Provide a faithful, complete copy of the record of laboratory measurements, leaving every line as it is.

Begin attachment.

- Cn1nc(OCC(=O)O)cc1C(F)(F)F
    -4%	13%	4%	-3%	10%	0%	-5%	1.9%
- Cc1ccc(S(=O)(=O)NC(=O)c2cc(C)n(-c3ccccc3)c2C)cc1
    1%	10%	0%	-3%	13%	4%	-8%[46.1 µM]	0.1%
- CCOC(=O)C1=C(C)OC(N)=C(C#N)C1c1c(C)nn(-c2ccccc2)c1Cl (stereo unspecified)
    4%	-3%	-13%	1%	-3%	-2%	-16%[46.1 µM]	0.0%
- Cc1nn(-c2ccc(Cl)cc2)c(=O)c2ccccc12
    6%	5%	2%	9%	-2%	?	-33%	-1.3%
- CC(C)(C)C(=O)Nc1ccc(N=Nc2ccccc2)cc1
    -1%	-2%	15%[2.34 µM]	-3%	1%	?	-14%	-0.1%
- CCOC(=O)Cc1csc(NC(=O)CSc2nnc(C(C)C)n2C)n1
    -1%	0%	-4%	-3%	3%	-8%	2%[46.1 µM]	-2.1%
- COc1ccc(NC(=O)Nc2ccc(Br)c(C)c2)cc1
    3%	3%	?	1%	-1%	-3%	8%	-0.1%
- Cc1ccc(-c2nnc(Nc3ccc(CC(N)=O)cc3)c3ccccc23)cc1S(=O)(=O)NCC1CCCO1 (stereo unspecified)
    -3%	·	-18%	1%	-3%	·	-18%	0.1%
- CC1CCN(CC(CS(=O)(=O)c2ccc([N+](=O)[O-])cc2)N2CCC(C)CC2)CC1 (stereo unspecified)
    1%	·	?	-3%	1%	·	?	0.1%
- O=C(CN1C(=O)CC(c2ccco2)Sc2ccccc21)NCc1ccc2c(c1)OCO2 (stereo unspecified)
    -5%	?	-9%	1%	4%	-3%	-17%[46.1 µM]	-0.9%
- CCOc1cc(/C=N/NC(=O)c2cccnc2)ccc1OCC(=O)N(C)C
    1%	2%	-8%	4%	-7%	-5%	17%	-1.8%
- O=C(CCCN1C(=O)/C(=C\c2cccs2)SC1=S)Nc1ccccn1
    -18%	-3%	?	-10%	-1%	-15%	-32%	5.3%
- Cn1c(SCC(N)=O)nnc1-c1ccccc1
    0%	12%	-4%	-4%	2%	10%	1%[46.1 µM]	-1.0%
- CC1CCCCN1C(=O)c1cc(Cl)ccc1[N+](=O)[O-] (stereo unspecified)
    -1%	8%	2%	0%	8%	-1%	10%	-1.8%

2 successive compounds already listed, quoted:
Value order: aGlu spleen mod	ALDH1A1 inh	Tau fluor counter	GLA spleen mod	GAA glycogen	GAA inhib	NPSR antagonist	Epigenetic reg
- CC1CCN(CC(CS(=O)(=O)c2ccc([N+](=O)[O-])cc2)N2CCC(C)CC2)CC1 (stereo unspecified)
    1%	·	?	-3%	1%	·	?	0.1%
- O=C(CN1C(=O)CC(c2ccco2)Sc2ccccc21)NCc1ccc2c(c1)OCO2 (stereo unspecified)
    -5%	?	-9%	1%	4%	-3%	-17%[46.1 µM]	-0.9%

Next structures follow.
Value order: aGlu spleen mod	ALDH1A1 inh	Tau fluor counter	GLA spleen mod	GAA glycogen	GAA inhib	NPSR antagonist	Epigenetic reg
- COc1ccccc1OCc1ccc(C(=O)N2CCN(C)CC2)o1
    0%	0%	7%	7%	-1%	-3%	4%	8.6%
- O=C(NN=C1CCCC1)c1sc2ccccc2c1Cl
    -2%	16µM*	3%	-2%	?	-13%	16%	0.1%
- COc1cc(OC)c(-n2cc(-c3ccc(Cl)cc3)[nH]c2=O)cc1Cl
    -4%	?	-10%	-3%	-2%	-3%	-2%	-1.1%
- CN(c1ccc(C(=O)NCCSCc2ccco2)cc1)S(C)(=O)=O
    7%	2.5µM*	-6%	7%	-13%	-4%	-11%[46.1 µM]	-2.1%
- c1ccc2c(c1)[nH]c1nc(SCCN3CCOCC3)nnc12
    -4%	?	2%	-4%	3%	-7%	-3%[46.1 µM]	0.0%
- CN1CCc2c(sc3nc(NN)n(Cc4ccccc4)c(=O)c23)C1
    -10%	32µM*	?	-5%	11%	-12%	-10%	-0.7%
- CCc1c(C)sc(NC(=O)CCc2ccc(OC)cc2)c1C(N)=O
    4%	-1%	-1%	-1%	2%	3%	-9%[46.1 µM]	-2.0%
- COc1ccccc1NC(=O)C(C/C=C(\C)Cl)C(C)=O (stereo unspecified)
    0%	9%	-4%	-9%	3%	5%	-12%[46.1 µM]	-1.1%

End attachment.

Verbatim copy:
- Cn1nc(OCC(=O)O)cc1C(F)(F)F
    -4%	13%	4%	-3%	10%	0%	-5%	1.9%
- Cc1ccc(S(=O)(=O)NC(=O)c2cc(C)n(-c3ccccc3)c2C)cc1
    1%	10%	0%	-3%	13%	4%	-8%[46.1 µM]	0.1%
- CCOC(=O)C1=C(C)OC(N)=C(C#N)C1c1c(C)nn(-c2ccccc2)c1Cl (stereo unspecified)
    4%	-3%	-13%	1%	-3%	-2%	-16%[46.1 µM]	0.0%
- Cc1nn(-c2ccc(Cl)cc2)c(=O)c2ccccc12
    6%	5%	2%	9%	-2%	?	-33%	-1.3%
- CC(C)(C)C(=O)Nc1ccc(N=Nc2ccccc2)cc1
    -1%	-2%	15%[2.34 µM]	-3%	1%	?	-14%	-0.1%
- CCOC(=O)Cc1csc(NC(=O)CSc2nnc(C(C)C)n2C)n1
    -1%	0%	-4%	-3%	3%	-8%	2%[46.1 µM]	-2.1%
- COc1ccc(NC(=O)Nc2ccc(Br)c(C)c2)cc1
    3%	3%	?	1%	-1%	-3%	8%	-0.1%
- Cc1ccc(-c2nnc(Nc3ccc(CC(N)=O)cc3)c3ccccc23)cc1S(=O)(=O)NCC1CCCO1 (stereo unspecified)
    -3%	·	-18%	1%	-3%	·	-18%	0.1%
- CC1CCN(CC(CS(=O)(=O)c2ccc([N+](=O)[O-])cc2)N2CCC(C)CC2)CC1 (stereo unspecified)
    1%	·	?	-3%	1%	·	?	0.1%
- O=C(CN1C(=O)CC(c2ccco2)Sc2ccccc21)NCc1ccc2c(c1)OCO2 (stereo unspecified)
    -5%	?	-9%	1%	4%	-3%	-17%[46.1 µM]	-0.9%
- CCOc1cc(/C=N/NC(=O)c2cccnc2)ccc1OCC(=O)N(C)C
    1%	2%	-8%	4%	-7%	-5%	17%	-1.8%
- O=C(CCCN1C(=O)/C(=C\c2cccs2)SC1=S)Nc1ccccn1
    -18%	-3%	?	-10%	-1%	-15%	-32%	5.3%
- Cn1c(SCC(N)=O)nnc1-c1ccccc1
    0%	12%	-4%	-4%	2%	10%	1%[46.1 µM]	-1.0%
- CC1CCCCN1C(=O)c1cc(Cl)ccc1[N+](=O)[O-] (stereo unspecified)
    -1%	8%	2%	0%	8%	-1%	10%	-1.8%

2 successive compounds already listed, quoted:
Value order: aGlu spleen mod	ALDH1A1 inh	Tau fluor counter	GLA spleen mod	GAA glycogen	GAA inhib	NPSR antagonist	Epigenetic reg
- CC1CCN(CC(CS(=O)(=O)c2ccc([N+](=O)[O-])cc2)N2CCC(C)CC2)CC1 (stereo unspecified)
    1%	·	?	-3%	1%	·	?	0.1%
- O=C(CN1C(=O)CC(c2ccco2)Sc2ccccc21)NCc1ccc2c(c1)OCO2 (stereo unspecified)
    -5%	?	-9%	1%	4%	-3%	-17%[46.1 µM]	-0.9%

Next structures follow.
Value order: aGlu spleen mod	ALDH1A1 inh	Tau fluor counter	GLA spleen mod	GAA glycogen	GAA inhib	NPSR antagonist	Epigenetic reg
- COc1ccccc1OCc1ccc(C(=O)N2CCN(C)CC2)o1
    0%	0%	7%	7%	-1%	-3%	4%	8.6%
- O=C(NN=C1CCCC1)c1sc2ccccc2c1Cl
    -2%	16µM*	3%	-2%	?	-13%	16%	0.1%
- COc1cc(OC)c(-n2cc(-c3ccc(Cl)cc3)[nH]c2=O)cc1Cl
    -4%	?	-10%	-3%	-2%	-3%	-2%	-1.1%
- CN(c1ccc(C(=O)NCCSCc2ccco2)cc1)S(C)(=O)=O
    7%	2.5µM*	-6%	7%	-13%	-4%	-11%[46.1 µM]	-2.1%
- c1ccc2c(c1)[nH]c1nc(SCCN3CCOCC3)nnc12
    -4%	?	2%	-4%	3%	-7%	-3%[46.1 µM]	0.0%
- CN1CCc2c(sc3nc(NN)n(Cc4ccccc4)c(=O)c23)C1
    -10%	32µM*	?	-5%	11%	-12%	-10%	-0.7%
- CCc1c(C)sc(NC(=O)CCc2ccc(OC)cc2)c1C(N)=O
    4%	-1%	-1%	-1%	2%	3%	-9%[46.1 µM]	-2.0%
- COc1ccccc1NC(=O)C(C/C=C(\C)Cl)C(C)=O (stereo unspecified)
    0%	9%	-4%	-9%	3%	5%	-12%[46.1 µM]	-1.1%